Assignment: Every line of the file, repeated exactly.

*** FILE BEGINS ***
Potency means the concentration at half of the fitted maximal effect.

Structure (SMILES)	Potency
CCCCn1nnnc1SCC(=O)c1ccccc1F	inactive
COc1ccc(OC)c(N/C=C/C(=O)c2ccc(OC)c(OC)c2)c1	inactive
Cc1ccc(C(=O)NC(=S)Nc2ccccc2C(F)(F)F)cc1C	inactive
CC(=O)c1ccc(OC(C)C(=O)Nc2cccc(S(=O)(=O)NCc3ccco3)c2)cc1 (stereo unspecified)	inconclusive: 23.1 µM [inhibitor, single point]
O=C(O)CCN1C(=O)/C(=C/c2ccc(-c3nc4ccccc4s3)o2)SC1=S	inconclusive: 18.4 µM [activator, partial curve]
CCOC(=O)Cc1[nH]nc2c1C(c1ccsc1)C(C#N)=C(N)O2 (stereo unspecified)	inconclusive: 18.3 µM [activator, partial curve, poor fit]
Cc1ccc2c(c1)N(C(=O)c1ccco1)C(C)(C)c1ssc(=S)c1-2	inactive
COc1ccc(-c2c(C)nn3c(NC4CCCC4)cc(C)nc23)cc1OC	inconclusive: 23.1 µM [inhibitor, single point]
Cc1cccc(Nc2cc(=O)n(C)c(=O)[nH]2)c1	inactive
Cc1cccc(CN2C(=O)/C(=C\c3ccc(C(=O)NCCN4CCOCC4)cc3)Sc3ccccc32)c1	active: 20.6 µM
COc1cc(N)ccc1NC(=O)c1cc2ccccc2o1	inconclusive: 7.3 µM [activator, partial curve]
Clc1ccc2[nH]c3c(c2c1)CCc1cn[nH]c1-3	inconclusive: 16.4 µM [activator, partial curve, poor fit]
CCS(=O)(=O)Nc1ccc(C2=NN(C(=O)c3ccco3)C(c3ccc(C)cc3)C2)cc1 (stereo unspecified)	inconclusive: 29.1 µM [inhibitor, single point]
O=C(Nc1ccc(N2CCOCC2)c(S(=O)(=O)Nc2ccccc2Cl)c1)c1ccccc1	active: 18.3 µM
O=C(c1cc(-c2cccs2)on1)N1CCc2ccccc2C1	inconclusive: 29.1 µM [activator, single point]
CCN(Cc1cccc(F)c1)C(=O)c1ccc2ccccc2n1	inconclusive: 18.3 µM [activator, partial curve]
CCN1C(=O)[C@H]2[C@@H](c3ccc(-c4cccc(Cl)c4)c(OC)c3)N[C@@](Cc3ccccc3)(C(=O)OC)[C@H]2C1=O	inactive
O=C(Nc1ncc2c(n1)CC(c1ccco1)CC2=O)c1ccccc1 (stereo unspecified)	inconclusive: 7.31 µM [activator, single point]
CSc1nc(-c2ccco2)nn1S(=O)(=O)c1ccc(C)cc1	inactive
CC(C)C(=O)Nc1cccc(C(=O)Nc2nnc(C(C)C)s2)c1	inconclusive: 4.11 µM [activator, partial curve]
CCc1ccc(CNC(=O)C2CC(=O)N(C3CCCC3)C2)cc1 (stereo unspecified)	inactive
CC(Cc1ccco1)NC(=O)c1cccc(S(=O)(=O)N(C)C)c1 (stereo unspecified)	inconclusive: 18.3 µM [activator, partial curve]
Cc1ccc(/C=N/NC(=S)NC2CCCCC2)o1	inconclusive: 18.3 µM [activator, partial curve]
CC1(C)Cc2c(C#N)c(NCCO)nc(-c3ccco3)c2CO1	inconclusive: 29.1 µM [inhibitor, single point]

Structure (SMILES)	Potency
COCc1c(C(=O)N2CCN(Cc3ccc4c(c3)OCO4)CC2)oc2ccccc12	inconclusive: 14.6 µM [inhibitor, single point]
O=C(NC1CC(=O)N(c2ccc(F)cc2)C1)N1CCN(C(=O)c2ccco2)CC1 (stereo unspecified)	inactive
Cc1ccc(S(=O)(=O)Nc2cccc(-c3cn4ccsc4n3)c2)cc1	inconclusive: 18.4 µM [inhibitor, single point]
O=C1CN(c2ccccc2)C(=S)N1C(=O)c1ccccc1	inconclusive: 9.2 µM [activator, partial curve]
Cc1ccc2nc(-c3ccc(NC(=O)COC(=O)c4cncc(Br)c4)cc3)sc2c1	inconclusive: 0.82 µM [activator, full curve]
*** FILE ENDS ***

Potency means the concentration at half of the fitted maximal effect.

Structure (SMILES)	Potency
CCCCn1nnnc1SCC(=O)c1ccccc1F	inactive
COc1ccc(OC)c(N/C=C/C(=O)c2ccc(OC)c(OC)c2)c1	inactive
Cc1ccc(C(=O)NC(=S)Nc2ccccc2C(F)(F)F)cc1C	inactive
CC(=O)c1ccc(OC(C)C(=O)Nc2cccc(S(=O)(=O)NCc3ccco3)c2)cc1 (stereo unspecified)	inconclusive: 23.1 µM [inhibitor, single point]
O=C(O)CCN1C(=O)/C(=C/c2ccc(-c3nc4ccccc4s3)o2)SC1=S	inconclusive: 18.4 µM [activator, partial curve]
CCOC(=O)Cc1[nH]nc2c1C(c1ccsc1)C(C#N)=C(N)O2 (stereo unspecified)	inconclusive: 18.3 µM [activator, partial curve, poor fit]
Cc1ccc2c(c1)N(C(=O)c1ccco1)C(C)(C)c1ssc(=S)c1-2	inactive
COc1ccc(-c2c(C)nn3c(NC4CCCC4)cc(C)nc23)cc1OC	inconclusive: 23.1 µM [inhibitor, single point]
Cc1cccc(Nc2cc(=O)n(C)c(=O)[nH]2)c1	inactive
Cc1cccc(CN2C(=O)/C(=C\c3ccc(C(=O)NCCN4CCOCC4)cc3)Sc3ccccc32)c1	active: 20.6 µM
COc1cc(N)ccc1NC(=O)c1cc2ccccc2o1	inconclusive: 7.3 µM [activator, partial curve]
Clc1ccc2[nH]c3c(c2c1)CCc1cn[nH]c1-3	inconclusive: 16.4 µM [activator, partial curve, poor fit]
CCS(=O)(=O)Nc1ccc(C2=NN(C(=O)c3ccco3)C(c3ccc(C)cc3)C2)cc1 (stereo unspecified)	inconclusive: 29.1 µM [inhibitor, single point]
O=C(Nc1ccc(N2CCOCC2)c(S(=O)(=O)Nc2ccccc2Cl)c1)c1ccccc1	active: 18.3 µM
O=C(c1cc(-c2cccs2)on1)N1CCc2ccccc2C1	inconclusive: 29.1 µM [activator, single point]
CCN(Cc1cccc(F)c1)C(=O)c1ccc2ccccc2n1	inconclusive: 18.3 µM [activator, partial curve]
CCN1C(=O)[C@H]2[C@@H](c3ccc(-c4cccc(Cl)c4)c(OC)c3)N[C@@](Cc3ccccc3)(C(=O)OC)[C@H]2C1=O	inactive
O=C(Nc1ncc2c(n1)CC(c1ccco1)CC2=O)c1ccccc1 (stereo unspecified)	inconclusive: 7.31 µM [activator, single point]
CSc1nc(-c2ccco2)nn1S(=O)(=O)c1ccc(C)cc1	inactive
CC(C)C(=O)Nc1cccc(C(=O)Nc2nnc(C(C)C)s2)c1	inconclusive: 4.11 µM [activator, partial curve]
CCc1ccc(CNC(=O)C2CC(=O)N(C3CCCC3)C2)cc1 (stereo unspecified)	inactive
CC(Cc1ccco1)NC(=O)c1cccc(S(=O)(=O)N(C)C)c1 (stereo unspecified)	inconclusive: 18.3 µM [activator, partial curve]
Cc1ccc(/C=N/NC(=S)NC2CCCCC2)o1	inconclusive: 18.3 µM [activator, partial curve]
CC1(C)Cc2c(C#N)c(NCCO)nc(-c3ccco3)c2CO1	inconclusive: 29.1 µM [inhibitor, single point]

Structure (SMILES)	Potency
COCc1c(C(=O)N2CCN(Cc3ccc4c(c3)OCO4)CC2)oc2ccccc12	inconclusive: 14.6 µM [inhibitor, single point]
O=C(NC1CC(=O)N(c2ccc(F)cc2)C1)N1CCN(C(=O)c2ccco2)CC1 (stereo unspecified)	inactive
Cc1ccc(S(=O)(=O)Nc2cccc(-c3cn4ccsc4n3)c2)cc1	inconclusive: 18.4 µM [inhibitor, single point]
O=C1CN(c2ccccc2)C(=S)N1C(=O)c1ccccc1	inconclusive: 9.2 µM [activator, partial curve]
Cc1ccc2nc(-c3ccc(NC(=O)COC(=O)c4cncc(Br)c4)cc3)sc2c1	inconclusive: 0.82 µM [activator, full curve]